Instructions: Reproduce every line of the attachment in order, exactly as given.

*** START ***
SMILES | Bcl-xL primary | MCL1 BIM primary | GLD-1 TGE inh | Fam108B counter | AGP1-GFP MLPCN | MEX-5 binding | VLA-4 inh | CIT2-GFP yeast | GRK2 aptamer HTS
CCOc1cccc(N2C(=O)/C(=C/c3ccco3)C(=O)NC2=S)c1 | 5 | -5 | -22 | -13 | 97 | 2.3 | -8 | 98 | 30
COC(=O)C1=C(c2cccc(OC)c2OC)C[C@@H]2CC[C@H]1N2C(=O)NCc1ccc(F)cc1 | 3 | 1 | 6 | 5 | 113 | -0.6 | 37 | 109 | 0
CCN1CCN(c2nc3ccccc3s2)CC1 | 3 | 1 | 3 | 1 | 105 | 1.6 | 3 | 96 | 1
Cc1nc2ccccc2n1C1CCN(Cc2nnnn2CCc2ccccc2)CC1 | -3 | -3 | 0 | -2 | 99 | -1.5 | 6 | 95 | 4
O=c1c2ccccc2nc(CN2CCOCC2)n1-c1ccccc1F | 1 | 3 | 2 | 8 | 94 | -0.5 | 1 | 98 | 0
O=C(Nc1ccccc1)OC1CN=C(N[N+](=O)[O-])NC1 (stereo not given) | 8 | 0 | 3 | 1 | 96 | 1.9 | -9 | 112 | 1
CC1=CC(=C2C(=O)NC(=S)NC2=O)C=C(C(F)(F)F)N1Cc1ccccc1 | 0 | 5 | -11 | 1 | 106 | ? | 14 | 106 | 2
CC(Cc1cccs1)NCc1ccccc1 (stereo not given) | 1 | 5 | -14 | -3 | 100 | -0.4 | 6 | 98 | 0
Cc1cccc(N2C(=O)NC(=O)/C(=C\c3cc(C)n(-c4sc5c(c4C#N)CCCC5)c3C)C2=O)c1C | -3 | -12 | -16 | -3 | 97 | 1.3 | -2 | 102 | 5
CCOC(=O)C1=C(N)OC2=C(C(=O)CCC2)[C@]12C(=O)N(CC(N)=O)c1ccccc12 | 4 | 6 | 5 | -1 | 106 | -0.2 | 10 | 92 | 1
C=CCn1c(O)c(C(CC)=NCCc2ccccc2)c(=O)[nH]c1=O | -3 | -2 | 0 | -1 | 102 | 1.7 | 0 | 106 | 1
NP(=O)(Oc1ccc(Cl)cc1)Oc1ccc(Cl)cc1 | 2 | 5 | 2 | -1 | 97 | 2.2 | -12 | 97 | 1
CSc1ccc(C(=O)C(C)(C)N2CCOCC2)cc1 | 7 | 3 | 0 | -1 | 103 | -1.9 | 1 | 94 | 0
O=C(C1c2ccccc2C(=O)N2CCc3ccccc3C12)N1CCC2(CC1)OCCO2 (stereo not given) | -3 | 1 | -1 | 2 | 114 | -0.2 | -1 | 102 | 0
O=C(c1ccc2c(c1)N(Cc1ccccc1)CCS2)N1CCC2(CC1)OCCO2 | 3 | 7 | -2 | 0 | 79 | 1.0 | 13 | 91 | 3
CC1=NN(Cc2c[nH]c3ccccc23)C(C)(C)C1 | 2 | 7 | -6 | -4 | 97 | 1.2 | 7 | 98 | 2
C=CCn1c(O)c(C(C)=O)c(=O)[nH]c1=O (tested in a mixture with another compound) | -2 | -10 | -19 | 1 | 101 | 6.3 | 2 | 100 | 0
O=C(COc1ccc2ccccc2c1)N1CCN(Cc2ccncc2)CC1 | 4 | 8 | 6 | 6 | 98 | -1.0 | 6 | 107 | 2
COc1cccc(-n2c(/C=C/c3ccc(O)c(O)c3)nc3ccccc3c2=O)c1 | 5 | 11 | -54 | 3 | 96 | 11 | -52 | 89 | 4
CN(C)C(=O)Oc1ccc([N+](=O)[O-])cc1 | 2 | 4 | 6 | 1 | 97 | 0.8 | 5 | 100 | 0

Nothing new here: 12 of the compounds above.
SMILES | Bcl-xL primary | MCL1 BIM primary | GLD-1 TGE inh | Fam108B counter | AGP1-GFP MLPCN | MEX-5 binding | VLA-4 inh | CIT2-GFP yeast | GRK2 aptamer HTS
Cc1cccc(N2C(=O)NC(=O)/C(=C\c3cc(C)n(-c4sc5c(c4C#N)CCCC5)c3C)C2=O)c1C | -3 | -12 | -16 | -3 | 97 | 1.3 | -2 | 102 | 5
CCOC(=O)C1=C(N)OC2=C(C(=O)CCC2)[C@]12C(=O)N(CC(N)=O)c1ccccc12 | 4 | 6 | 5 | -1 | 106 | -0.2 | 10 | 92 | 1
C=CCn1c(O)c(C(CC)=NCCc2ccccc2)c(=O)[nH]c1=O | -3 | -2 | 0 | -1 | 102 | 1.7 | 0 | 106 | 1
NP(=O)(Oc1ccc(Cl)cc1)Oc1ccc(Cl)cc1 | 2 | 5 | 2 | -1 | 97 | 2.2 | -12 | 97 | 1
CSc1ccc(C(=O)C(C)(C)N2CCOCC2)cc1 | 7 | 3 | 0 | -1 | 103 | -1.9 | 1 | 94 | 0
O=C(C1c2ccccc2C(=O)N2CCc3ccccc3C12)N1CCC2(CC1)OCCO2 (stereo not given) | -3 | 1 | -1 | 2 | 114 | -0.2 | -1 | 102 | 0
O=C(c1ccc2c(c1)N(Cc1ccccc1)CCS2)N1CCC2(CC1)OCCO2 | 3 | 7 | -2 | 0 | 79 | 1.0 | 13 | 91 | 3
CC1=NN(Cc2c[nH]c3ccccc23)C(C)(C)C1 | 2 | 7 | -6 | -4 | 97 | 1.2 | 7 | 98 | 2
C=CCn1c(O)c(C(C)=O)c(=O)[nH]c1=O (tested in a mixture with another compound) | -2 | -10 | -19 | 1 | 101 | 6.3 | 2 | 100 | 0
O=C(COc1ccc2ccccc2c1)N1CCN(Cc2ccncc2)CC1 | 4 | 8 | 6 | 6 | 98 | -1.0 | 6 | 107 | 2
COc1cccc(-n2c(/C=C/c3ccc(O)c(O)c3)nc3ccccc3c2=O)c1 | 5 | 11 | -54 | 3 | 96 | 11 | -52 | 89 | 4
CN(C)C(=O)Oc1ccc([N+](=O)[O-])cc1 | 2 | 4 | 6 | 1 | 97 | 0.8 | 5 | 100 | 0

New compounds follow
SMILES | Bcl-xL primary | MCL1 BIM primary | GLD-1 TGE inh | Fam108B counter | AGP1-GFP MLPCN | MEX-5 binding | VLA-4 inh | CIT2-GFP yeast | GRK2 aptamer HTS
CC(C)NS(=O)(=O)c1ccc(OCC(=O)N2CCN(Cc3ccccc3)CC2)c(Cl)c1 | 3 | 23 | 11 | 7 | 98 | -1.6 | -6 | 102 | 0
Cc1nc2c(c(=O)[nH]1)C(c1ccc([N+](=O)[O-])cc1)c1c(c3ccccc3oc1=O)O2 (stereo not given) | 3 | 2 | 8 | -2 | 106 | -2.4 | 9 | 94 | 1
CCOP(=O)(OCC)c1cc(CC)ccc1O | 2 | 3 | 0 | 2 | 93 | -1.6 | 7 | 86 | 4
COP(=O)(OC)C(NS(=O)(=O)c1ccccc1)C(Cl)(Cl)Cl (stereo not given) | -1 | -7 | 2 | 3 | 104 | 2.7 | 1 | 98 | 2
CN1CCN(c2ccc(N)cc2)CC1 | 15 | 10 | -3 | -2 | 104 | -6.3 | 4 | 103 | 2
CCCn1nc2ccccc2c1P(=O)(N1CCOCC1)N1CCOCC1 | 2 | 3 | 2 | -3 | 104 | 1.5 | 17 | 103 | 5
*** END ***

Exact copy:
SMILES | Bcl-xL primary | MCL1 BIM primary | GLD-1 TGE inh | Fam108B counter | AGP1-GFP MLPCN | MEX-5 binding | VLA-4 inh | CIT2-GFP yeast | GRK2 aptamer HTS
CCOc1cccc(N2C(=O)/C(=C/c3ccco3)C(=O)NC2=S)c1 | 5 | -5 | -22 | -13 | 97 | 2.3 | -8 | 98 | 30
COC(=O)C1=C(c2cccc(OC)c2OC)C[C@@H]2CC[C@H]1N2C(=O)NCc1ccc(F)cc1 | 3 | 1 | 6 | 5 | 113 | -0.6 | 37 | 109 | 0
CCN1CCN(c2nc3ccccc3s2)CC1 | 3 | 1 | 3 | 1 | 105 | 1.6 | 3 | 96 | 1
Cc1nc2ccccc2n1C1CCN(Cc2nnnn2CCc2ccccc2)CC1 | -3 | -3 | 0 | -2 | 99 | -1.5 | 6 | 95 | 4
O=c1c2ccccc2nc(CN2CCOCC2)n1-c1ccccc1F | 1 | 3 | 2 | 8 | 94 | -0.5 | 1 | 98 | 0
O=C(Nc1ccccc1)OC1CN=C(N[N+](=O)[O-])NC1 (stereo not given) | 8 | 0 | 3 | 1 | 96 | 1.9 | -9 | 112 | 1
CC1=CC(=C2C(=O)NC(=S)NC2=O)C=C(C(F)(F)F)N1Cc1ccccc1 | 0 | 5 | -11 | 1 | 106 | ? | 14 | 106 | 2
CC(Cc1cccs1)NCc1ccccc1 (stereo not given) | 1 | 5 | -14 | -3 | 100 | -0.4 | 6 | 98 | 0
Cc1cccc(N2C(=O)NC(=O)/C(=C\c3cc(C)n(-c4sc5c(c4C#N)CCCC5)c3C)C2=O)c1C | -3 | -12 | -16 | -3 | 97 | 1.3 | -2 | 102 | 5
CCOC(=O)C1=C(N)OC2=C(C(=O)CCC2)[C@]12C(=O)N(CC(N)=O)c1ccccc12 | 4 | 6 | 5 | -1 | 106 | -0.2 | 10 | 92 | 1
C=CCn1c(O)c(C(CC)=NCCc2ccccc2)c(=O)[nH]c1=O | -3 | -2 | 0 | -1 | 102 | 1.7 | 0 | 106 | 1
NP(=O)(Oc1ccc(Cl)cc1)Oc1ccc(Cl)cc1 | 2 | 5 | 2 | -1 | 97 | 2.2 | -12 | 97 | 1
CSc1ccc(C(=O)C(C)(C)N2CCOCC2)cc1 | 7 | 3 | 0 | -1 | 103 | -1.9 | 1 | 94 | 0
O=C(C1c2ccccc2C(=O)N2CCc3ccccc3C12)N1CCC2(CC1)OCCO2 (stereo not given) | -3 | 1 | -1 | 2 | 114 | -0.2 | -1 | 102 | 0
O=C(c1ccc2c(c1)N(Cc1ccccc1)CCS2)N1CCC2(CC1)OCCO2 | 3 | 7 | -2 | 0 | 79 | 1.0 | 13 | 91 | 3
CC1=NN(Cc2c[nH]c3ccccc23)C(C)(C)C1 | 2 | 7 | -6 | -4 | 97 | 1.2 | 7 | 98 | 2
C=CCn1c(O)c(C(C)=O)c(=O)[nH]c1=O (tested in a mixture with another compound) | -2 | -10 | -19 | 1 | 101 | 6.3 | 2 | 100 | 0
O=C(COc1ccc2ccccc2c1)N1CCN(Cc2ccncc2)CC1 | 4 | 8 | 6 | 6 | 98 | -1.0 | 6 | 107 | 2
COc1cccc(-n2c(/C=C/c3ccc(O)c(O)c3)nc3ccccc3c2=O)c1 | 5 | 11 | -54 | 3 | 96 | 11 | -52 | 89 | 4
CN(C)C(=O)Oc1ccc([N+](=O)[O-])cc1 | 2 | 4 | 6 | 1 | 97 | 0.8 | 5 | 100 | 0

Nothing new here: 12 of the compounds above.
SMILES | Bcl-xL primary | MCL1 BIM primary | GLD-1 TGE inh | Fam108B counter | AGP1-GFP MLPCN | MEX-5 binding | VLA-4 inh | CIT2-GFP yeast | GRK2 aptamer HTS
Cc1cccc(N2C(=O)NC(=O)/C(=C\c3cc(C)n(-c4sc5c(c4C#N)CCCC5)c3C)C2=O)c1C | -3 | -12 | -16 | -3 | 97 | 1.3 | -2 | 102 | 5
CCOC(=O)C1=C(N)OC2=C(C(=O)CCC2)[C@]12C(=O)N(CC(N)=O)c1ccccc12 | 4 | 6 | 5 | -1 | 106 | -0.2 | 10 | 92 | 1
C=CCn1c(O)c(C(CC)=NCCc2ccccc2)c(=O)[nH]c1=O | -3 | -2 | 0 | -1 | 102 | 1.7 | 0 | 106 | 1
NP(=O)(Oc1ccc(Cl)cc1)Oc1ccc(Cl)cc1 | 2 | 5 | 2 | -1 | 97 | 2.2 | -12 | 97 | 1
CSc1ccc(C(=O)C(C)(C)N2CCOCC2)cc1 | 7 | 3 | 0 | -1 | 103 | -1.9 | 1 | 94 | 0
O=C(C1c2ccccc2C(=O)N2CCc3ccccc3C12)N1CCC2(CC1)OCCO2 (stereo not given) | -3 | 1 | -1 | 2 | 114 | -0.2 | -1 | 102 | 0
O=C(c1ccc2c(c1)N(Cc1ccccc1)CCS2)N1CCC2(CC1)OCCO2 | 3 | 7 | -2 | 0 | 79 | 1.0 | 13 | 91 | 3
CC1=NN(Cc2c[nH]c3ccccc23)C(C)(C)C1 | 2 | 7 | -6 | -4 | 97 | 1.2 | 7 | 98 | 2
C=CCn1c(O)c(C(C)=O)c(=O)[nH]c1=O (tested in a mixture with another compound) | -2 | -10 | -19 | 1 | 101 | 6.3 | 2 | 100 | 0
O=C(COc1ccc2ccccc2c1)N1CCN(Cc2ccncc2)CC1 | 4 | 8 | 6 | 6 | 98 | -1.0 | 6 | 107 | 2
COc1cccc(-n2c(/C=C/c3ccc(O)c(O)c3)nc3ccccc3c2=O)c1 | 5 | 11 | -54 | 3 | 96 | 11 | -52 | 89 | 4
CN(C)C(=O)Oc1ccc([N+](=O)[O-])cc1 | 2 | 4 | 6 | 1 | 97 | 0.8 | 5 | 100 | 0

New compounds follow
SMILES | Bcl-xL primary | MCL1 BIM primary | GLD-1 TGE inh | Fam108B counter | AGP1-GFP MLPCN | MEX-5 binding | VLA-4 inh | CIT2-GFP yeast | GRK2 aptamer HTS
CC(C)NS(=O)(=O)c1ccc(OCC(=O)N2CCN(Cc3ccccc3)CC2)c(Cl)c1 | 3 | 23 | 11 | 7 | 98 | -1.6 | -6 | 102 | 0
Cc1nc2c(c(=O)[nH]1)C(c1ccc([N+](=O)[O-])cc1)c1c(c3ccccc3oc1=O)O2 (stereo not given) | 3 | 2 | 8 | -2 | 106 | -2.4 | 9 | 94 | 1
CCOP(=O)(OCC)c1cc(CC)ccc1O | 2 | 3 | 0 | 2 | 93 | -1.6 | 7 | 86 | 4
COP(=O)(OC)C(NS(=O)(=O)c1ccccc1)C(Cl)(Cl)Cl (stereo not given) | -1 | -7 | 2 | 3 | 104 | 2.7 | 1 | 98 | 2
CN1CCN(c2ccc(N)cc2)CC1 | 15 | 10 | -3 | -2 | 104 | -6.3 | 4 | 103 | 2
CCCn1nc2ccccc2c1P(=O)(N1CCOCC1)N1CCOCC1 | 2 | 3 | 2 | -3 | 104 | 1.5 | 17 | 103 | 5